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Rethinking The Store: Clodius & Co. Month 9: Knock On Wood’

Published

on

Nine months into their Rockford, IL, store addition, Mark and Monika Clodius are past their wits’ end and are feeling the excitement of wrapping up a project that’s had more unexpected downs than ups. At the beginning of the year, they set out to double the 2,000-square-foot showroom, add offices and update the exterior. While they braced for the inevitable construction delays and bureaucratic hitches, they couldn’t prepare themselves for the personal setbacks, unforeseen glitches and freaks of nature that INSTORE has reported monthly. Only now, nearing the end, is it beginning to seem as if the worst is behind them.
 
Rethinking The Store: Clodius & Co. Month 9: Knock On Wood’ 
 
PROGRESS REPORT: All the walls are up, the drywall is ready for paint, the exterior scaffolding is down and finishing touches are going on the façade. There’s so much room everywhere, Monika says. This is the first time since things went sour that I’ve really felt the excitement. A new safe fits flush onto one wall, extending into a storage room, and a 16-foot counter will offer three workstations for simultaneous sales, replacing the single POS counter in the old store. It’s so awesome to walk through there, Mark says. 

Rethinking The Store: Clodius & Co. Month 9: Knock On Wood’

SIMPLY DIVINE: The joke goes that only God and the power company know when your electricity will be hooked up, Mark says. Because power to the entire store would be cut for an indeterminate amount of time while the new electrical service was installed at a time announced at the power company’s whim Mark and Monika had the staff prepared. They happened to be away in Los Angeles for a Financially In-Tune (FIT) Group meeting when the moment came. For two hours during the middle of a business day, the power company cut the power while the electrician connected the new service. They did things the old-fashioned way, Mark explains. Staff members monitored the door, showed jewelry with flashlights and wrote up sales on tickets. Everything went smoothly, and Mark and Monika pointed out what a great drill it was to enact their emergency plan. 

Rethinking The Store: Clodius & Co. Month 9: Knock On Wood’

STILL TO COME: From an operational standpoint, Monika has her hands full, training new staff members and recording new inventory that’s arriving daily. On the construction end, the ceiling, lighting, security system, casework and paint need to be finished on the inside, and on the exterior, the landscaping and exterior signs have yet to be installed. Mark notes that the tradesmen have been scratching their heads over a main display window feature that’s turned 45 degrees, and he’s going crazy from all the little details. You have to drop everything to figure out where an outlet is going.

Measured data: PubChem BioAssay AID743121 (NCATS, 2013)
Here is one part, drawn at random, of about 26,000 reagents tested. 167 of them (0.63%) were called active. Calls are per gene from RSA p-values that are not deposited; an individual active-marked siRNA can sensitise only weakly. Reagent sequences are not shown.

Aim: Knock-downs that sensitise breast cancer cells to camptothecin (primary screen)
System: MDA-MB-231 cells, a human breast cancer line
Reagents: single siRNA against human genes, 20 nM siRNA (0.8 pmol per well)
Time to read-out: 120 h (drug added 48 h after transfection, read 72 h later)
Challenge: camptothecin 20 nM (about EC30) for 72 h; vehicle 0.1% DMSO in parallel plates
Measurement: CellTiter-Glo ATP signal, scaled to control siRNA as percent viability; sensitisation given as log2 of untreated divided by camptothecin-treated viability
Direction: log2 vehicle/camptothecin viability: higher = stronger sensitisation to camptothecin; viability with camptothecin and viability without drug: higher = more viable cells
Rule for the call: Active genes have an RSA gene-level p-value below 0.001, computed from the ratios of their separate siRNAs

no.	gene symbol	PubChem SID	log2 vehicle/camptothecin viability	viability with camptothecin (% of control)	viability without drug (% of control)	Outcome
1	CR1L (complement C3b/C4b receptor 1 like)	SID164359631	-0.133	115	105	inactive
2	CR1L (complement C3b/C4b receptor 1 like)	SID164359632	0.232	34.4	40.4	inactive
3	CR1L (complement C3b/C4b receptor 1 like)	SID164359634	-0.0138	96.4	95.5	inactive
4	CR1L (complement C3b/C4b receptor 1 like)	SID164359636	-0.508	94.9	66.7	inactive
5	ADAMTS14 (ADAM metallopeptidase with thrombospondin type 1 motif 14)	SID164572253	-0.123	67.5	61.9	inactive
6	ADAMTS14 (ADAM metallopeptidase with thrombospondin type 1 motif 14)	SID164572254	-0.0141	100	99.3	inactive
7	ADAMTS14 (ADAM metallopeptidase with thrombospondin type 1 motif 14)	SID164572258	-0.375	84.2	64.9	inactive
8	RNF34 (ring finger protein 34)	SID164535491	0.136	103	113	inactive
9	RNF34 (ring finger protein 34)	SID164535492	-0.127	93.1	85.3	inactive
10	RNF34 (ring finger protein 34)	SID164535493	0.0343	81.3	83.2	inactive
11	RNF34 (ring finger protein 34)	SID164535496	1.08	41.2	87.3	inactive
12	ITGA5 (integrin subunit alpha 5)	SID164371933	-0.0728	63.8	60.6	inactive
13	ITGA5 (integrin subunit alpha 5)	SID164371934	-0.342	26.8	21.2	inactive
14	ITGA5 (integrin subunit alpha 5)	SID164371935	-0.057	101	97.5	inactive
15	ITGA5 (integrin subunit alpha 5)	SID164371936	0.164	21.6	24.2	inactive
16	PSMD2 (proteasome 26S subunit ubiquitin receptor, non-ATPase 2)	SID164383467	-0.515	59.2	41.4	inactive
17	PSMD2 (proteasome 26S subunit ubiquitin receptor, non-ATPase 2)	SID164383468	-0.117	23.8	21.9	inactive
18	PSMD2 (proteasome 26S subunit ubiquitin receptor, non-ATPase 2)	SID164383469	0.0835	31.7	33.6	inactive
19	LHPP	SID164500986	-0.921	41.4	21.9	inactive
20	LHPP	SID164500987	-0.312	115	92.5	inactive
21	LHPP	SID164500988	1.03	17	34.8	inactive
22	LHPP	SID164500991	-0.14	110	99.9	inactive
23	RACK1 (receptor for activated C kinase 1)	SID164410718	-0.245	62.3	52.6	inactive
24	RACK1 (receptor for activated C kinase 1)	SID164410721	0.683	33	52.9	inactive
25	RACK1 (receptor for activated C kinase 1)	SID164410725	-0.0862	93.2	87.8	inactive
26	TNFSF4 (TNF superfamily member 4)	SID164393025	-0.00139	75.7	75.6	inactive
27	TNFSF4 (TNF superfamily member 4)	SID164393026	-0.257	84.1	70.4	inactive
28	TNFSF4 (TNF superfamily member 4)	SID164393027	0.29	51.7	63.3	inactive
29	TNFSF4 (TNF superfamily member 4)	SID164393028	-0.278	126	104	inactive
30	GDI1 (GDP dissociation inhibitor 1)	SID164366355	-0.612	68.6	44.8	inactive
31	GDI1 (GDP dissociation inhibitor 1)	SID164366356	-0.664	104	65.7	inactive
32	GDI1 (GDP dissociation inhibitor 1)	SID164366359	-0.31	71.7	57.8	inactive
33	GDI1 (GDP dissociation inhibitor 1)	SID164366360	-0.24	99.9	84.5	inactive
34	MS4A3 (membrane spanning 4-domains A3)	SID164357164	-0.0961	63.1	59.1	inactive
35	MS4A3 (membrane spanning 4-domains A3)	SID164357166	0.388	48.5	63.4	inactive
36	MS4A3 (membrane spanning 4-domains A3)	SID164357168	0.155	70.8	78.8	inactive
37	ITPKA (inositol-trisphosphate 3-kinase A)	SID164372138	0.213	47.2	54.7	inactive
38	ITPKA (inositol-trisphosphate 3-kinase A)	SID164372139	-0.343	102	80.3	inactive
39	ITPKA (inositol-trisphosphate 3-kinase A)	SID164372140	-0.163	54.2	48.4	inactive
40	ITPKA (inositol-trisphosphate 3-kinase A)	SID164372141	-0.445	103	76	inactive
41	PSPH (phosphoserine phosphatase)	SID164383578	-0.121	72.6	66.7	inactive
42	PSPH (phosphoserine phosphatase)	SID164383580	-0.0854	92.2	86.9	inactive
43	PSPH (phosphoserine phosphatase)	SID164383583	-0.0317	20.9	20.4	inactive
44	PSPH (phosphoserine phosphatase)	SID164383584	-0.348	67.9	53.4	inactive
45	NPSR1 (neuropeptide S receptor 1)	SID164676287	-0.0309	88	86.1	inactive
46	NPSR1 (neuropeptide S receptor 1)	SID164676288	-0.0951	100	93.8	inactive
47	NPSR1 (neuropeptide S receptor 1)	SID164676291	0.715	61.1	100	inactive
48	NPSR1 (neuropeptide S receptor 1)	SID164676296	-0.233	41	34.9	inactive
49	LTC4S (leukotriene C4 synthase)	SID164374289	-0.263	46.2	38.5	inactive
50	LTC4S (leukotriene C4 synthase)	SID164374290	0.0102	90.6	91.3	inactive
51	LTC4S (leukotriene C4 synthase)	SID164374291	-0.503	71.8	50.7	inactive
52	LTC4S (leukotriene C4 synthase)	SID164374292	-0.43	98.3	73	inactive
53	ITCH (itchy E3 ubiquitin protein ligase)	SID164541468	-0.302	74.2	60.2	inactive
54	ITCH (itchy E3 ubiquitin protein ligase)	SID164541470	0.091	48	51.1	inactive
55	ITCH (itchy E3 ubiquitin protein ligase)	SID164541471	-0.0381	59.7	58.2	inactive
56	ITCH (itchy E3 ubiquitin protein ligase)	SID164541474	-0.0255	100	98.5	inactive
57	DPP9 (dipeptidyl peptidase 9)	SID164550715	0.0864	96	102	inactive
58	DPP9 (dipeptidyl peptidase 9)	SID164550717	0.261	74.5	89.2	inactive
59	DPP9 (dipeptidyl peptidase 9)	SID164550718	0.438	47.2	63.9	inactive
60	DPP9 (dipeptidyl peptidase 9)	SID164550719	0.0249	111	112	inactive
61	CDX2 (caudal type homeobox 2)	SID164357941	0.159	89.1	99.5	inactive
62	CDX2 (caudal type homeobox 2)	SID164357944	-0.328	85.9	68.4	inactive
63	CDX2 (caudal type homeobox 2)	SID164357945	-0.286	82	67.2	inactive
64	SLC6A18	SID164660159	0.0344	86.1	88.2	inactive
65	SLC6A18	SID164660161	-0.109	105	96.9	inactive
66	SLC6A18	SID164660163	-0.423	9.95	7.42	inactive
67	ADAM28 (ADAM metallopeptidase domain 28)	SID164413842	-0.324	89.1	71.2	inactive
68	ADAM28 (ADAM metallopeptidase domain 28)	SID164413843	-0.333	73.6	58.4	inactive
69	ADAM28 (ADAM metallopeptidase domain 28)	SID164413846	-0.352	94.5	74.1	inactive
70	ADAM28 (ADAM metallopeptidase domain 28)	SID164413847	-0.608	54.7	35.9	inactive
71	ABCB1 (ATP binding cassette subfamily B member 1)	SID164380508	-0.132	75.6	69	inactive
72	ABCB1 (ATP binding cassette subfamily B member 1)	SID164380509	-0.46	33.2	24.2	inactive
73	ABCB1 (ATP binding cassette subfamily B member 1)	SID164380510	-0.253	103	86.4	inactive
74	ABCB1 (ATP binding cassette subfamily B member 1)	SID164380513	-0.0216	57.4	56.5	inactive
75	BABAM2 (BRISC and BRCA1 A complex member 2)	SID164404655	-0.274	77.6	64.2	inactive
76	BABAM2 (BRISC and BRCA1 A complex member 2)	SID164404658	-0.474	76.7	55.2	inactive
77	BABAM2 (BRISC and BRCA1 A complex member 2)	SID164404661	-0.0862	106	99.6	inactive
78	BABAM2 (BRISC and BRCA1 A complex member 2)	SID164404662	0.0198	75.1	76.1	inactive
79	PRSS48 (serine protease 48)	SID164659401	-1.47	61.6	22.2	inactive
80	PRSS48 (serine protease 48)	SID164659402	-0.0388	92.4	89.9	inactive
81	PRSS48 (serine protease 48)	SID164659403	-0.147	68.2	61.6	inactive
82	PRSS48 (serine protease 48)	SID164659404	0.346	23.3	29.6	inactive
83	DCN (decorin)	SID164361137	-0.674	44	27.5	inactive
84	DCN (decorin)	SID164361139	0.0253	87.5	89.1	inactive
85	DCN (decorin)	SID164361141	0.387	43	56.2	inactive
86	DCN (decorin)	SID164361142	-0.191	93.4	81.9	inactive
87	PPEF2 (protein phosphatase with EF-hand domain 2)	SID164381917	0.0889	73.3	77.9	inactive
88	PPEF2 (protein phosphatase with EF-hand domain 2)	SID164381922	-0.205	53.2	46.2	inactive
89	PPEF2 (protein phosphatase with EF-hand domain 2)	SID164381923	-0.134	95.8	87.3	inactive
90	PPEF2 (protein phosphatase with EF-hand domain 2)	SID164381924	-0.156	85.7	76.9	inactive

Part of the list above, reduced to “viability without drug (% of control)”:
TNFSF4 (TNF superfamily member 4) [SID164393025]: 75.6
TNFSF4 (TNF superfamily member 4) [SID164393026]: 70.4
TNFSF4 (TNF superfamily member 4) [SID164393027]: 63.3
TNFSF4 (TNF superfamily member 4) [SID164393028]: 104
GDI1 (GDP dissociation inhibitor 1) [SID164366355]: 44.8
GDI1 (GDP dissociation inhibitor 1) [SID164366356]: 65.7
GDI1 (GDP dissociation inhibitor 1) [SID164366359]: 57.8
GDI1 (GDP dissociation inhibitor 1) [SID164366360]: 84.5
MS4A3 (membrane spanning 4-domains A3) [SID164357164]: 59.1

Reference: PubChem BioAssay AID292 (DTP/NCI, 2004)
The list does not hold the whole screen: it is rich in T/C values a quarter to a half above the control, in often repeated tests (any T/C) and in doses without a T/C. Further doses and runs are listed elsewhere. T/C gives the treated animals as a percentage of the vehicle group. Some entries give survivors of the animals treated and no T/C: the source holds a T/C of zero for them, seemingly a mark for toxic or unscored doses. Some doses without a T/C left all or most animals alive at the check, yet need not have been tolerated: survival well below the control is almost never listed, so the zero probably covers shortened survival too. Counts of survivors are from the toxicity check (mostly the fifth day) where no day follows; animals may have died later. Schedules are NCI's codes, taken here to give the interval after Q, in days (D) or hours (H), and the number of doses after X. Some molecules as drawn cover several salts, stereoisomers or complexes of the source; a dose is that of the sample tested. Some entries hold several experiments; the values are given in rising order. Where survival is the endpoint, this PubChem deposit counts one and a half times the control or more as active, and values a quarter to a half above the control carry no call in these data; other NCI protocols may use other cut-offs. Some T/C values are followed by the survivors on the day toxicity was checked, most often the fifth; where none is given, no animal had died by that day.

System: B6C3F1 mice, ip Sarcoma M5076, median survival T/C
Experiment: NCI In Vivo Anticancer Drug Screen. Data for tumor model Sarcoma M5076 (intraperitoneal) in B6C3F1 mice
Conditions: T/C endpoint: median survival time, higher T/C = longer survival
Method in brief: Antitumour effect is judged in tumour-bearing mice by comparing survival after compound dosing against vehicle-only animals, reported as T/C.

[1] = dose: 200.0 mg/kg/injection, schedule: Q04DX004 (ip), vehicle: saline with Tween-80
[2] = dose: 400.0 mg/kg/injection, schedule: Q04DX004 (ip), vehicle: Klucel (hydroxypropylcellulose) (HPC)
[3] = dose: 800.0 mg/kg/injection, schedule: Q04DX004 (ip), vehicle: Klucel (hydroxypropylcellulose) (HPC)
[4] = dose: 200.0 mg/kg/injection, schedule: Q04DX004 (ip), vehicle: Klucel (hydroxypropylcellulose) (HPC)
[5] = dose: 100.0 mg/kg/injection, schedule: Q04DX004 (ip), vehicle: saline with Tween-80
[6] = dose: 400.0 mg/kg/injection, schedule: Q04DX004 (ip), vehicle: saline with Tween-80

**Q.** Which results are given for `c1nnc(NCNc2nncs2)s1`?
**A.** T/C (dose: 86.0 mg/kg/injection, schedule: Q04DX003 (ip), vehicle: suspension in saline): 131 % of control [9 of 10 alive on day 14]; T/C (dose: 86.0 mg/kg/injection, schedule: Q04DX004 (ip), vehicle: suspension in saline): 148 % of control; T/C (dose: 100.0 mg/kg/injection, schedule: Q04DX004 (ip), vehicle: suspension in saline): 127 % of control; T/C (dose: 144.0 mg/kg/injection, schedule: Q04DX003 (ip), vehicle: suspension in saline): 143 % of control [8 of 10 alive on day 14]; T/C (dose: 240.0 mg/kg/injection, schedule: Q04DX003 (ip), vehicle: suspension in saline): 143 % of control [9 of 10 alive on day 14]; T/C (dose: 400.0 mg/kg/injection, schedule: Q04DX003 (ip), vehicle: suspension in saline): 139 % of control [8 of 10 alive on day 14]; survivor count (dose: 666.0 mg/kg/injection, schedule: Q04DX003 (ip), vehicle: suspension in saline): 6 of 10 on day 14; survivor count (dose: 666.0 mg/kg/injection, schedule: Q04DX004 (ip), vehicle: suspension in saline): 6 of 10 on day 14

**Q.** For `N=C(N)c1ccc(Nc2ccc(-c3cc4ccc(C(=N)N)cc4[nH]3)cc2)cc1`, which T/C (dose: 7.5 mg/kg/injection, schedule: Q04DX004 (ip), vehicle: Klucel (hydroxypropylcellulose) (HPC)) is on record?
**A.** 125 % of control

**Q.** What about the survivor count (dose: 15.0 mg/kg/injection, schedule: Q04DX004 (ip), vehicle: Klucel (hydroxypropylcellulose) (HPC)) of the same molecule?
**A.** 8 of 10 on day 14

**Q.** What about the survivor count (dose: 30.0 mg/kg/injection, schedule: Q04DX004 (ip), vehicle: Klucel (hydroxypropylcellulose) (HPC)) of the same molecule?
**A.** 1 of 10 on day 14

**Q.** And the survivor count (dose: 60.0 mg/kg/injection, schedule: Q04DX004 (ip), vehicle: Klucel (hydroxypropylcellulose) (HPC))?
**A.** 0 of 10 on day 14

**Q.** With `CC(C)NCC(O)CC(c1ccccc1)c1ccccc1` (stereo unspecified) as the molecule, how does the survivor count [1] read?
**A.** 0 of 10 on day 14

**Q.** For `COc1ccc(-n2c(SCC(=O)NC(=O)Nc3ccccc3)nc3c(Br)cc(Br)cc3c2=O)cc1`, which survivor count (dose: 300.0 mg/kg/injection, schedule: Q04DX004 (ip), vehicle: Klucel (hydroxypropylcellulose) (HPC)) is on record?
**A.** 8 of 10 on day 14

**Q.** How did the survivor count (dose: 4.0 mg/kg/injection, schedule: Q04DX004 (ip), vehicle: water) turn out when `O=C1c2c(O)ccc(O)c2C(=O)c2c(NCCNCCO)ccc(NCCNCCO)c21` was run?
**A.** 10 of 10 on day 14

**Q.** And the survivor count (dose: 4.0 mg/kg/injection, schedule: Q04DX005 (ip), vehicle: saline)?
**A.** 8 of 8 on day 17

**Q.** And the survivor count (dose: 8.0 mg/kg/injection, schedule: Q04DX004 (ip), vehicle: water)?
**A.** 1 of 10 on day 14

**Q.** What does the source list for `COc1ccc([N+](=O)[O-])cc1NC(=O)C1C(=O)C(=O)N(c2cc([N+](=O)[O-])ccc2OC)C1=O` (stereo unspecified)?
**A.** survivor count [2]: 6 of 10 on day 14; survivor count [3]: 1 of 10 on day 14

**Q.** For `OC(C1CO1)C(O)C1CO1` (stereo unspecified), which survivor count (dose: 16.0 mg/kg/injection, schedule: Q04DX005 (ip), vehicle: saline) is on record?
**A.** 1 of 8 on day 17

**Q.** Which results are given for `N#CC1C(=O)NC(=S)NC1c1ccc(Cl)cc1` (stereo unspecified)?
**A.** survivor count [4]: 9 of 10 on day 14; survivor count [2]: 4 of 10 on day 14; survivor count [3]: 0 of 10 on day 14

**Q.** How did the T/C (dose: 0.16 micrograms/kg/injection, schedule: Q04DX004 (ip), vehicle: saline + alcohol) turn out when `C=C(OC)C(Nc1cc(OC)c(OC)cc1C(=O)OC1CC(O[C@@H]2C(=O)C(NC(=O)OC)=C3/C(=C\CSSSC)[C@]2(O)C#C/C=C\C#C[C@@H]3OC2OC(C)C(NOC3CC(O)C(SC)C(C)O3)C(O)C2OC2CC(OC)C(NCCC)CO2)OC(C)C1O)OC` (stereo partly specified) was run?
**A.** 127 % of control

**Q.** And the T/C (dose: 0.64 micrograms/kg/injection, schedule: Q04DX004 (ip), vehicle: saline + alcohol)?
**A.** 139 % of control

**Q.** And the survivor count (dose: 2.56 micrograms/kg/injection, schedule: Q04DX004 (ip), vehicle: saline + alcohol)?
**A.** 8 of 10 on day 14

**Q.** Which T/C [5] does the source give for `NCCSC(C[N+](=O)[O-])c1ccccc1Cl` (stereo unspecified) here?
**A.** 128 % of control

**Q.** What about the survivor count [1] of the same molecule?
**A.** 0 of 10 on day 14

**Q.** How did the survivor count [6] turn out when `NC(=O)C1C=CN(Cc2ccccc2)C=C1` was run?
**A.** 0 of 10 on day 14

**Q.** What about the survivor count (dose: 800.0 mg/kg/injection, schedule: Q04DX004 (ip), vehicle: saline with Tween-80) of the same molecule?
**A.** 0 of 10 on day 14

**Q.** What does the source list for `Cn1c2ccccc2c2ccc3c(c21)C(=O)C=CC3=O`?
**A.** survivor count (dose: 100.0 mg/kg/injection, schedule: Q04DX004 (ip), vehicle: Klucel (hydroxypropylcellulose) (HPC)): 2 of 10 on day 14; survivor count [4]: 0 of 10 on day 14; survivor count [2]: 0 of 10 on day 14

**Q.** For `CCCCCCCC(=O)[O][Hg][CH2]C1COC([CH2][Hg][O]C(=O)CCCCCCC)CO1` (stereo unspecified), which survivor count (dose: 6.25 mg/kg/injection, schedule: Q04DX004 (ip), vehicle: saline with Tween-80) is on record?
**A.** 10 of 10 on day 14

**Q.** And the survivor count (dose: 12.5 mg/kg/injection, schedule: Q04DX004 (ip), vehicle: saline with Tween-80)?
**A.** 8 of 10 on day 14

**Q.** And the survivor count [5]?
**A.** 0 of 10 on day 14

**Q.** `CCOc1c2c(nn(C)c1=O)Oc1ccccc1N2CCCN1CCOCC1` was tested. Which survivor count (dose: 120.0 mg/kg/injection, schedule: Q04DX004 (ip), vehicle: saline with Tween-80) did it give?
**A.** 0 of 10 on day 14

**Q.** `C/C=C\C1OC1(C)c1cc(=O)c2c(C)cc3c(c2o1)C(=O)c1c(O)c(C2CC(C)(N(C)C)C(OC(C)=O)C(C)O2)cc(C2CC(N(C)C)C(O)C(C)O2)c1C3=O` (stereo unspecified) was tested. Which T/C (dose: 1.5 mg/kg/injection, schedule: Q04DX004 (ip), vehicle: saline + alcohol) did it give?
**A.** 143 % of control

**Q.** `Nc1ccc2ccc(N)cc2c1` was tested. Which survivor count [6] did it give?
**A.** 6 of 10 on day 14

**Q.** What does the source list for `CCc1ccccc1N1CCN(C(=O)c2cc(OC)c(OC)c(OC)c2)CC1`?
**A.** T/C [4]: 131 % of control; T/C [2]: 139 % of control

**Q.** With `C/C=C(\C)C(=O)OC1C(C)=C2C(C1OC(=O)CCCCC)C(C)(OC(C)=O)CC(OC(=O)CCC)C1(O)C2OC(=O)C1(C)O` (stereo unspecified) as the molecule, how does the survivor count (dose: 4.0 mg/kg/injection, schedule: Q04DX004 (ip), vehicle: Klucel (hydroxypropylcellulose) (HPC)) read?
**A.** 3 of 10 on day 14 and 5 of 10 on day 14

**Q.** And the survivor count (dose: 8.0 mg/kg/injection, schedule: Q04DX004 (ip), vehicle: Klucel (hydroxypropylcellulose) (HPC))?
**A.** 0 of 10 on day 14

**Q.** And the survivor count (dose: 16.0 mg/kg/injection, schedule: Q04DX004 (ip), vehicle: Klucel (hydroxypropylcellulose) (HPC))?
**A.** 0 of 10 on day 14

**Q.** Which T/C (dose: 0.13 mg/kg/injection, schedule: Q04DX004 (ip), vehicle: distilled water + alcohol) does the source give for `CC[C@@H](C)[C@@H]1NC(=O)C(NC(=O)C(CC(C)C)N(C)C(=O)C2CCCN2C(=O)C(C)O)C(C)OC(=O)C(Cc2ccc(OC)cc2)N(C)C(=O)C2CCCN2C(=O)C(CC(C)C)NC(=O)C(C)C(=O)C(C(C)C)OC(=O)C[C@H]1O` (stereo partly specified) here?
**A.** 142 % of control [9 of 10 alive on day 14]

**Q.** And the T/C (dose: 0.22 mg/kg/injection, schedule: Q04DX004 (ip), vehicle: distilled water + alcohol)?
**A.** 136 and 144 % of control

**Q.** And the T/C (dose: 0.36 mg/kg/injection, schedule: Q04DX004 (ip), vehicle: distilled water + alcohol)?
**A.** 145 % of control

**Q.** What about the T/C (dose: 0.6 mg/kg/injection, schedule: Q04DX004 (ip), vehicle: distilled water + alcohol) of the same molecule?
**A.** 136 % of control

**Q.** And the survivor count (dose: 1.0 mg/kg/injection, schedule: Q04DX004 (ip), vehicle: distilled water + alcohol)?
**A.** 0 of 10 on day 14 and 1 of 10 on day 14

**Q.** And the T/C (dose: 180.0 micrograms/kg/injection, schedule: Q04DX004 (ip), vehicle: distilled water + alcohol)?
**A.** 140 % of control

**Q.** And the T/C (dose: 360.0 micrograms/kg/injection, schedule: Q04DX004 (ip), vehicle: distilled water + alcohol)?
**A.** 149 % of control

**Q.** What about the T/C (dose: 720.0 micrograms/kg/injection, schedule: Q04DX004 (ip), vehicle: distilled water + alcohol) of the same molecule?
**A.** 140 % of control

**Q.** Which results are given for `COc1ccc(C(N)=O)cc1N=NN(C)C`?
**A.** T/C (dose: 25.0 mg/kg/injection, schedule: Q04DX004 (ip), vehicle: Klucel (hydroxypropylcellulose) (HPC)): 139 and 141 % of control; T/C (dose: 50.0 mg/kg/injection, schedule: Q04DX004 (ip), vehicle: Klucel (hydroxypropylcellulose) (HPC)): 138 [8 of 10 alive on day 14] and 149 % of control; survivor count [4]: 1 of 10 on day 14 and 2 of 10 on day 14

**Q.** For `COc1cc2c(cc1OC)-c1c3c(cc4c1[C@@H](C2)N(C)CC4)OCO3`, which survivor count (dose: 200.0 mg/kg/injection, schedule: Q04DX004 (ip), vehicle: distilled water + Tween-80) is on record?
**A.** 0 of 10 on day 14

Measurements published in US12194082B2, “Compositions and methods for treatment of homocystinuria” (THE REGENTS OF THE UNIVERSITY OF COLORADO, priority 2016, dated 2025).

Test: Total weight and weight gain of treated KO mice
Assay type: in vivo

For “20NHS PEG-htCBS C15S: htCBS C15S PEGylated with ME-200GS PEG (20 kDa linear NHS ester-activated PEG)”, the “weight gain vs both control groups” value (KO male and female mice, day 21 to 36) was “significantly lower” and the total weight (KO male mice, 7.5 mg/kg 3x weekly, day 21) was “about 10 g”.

Advertisement

Rethinking The Store: Clodius & Co. Month 9: Knock On Wood’

IT’S ALL HOW YOU LOOK AT IT: In any given construction project, there are two things you can count on: budget and schedule overruns. The Clodius & Co. expansion project began with a $500,000 budget and a completion goal of Sept. 10. Looking at a real-life $700,000 total bill and an end-of-October completion date definitely takes an ability to see the silver lining. With the bulk of the troubles behind him, Mark has made peace with the inflated figures and adopts a tone of confident caution: We’re on budget, knock on wood. We’re on time, knock on wood.

Advertisement

SPONSORED VIDEO

When Sales Beat Projections, You Know Wilkerson Did Its Job

There are no crystal balls when it comes to sales projections. But when Thomasville, Georgia jeweler Fran Lewis chose Wilkerson to run the retirement/going-out-of-business sale for Lewis Jewelers and More, she was pleasantly surprised to learn that even Wilkerson could one-up its own sales numbers. “Not only did we meet our goal, but we exceeded the goal that Wilkerson had given us by about 134%,” she says. After more than 40 years in the business, Lewis says she decided a few years ago to “move towards retirement.” And she was impressed by Wilkerson’s tenure in the industry. Overall, she’d recommend the company to anyone else who may be thinking it’s time to hang up their loupe. “As a full package, they’ve done a very good job and I’d definitely recommend Wilkerson.”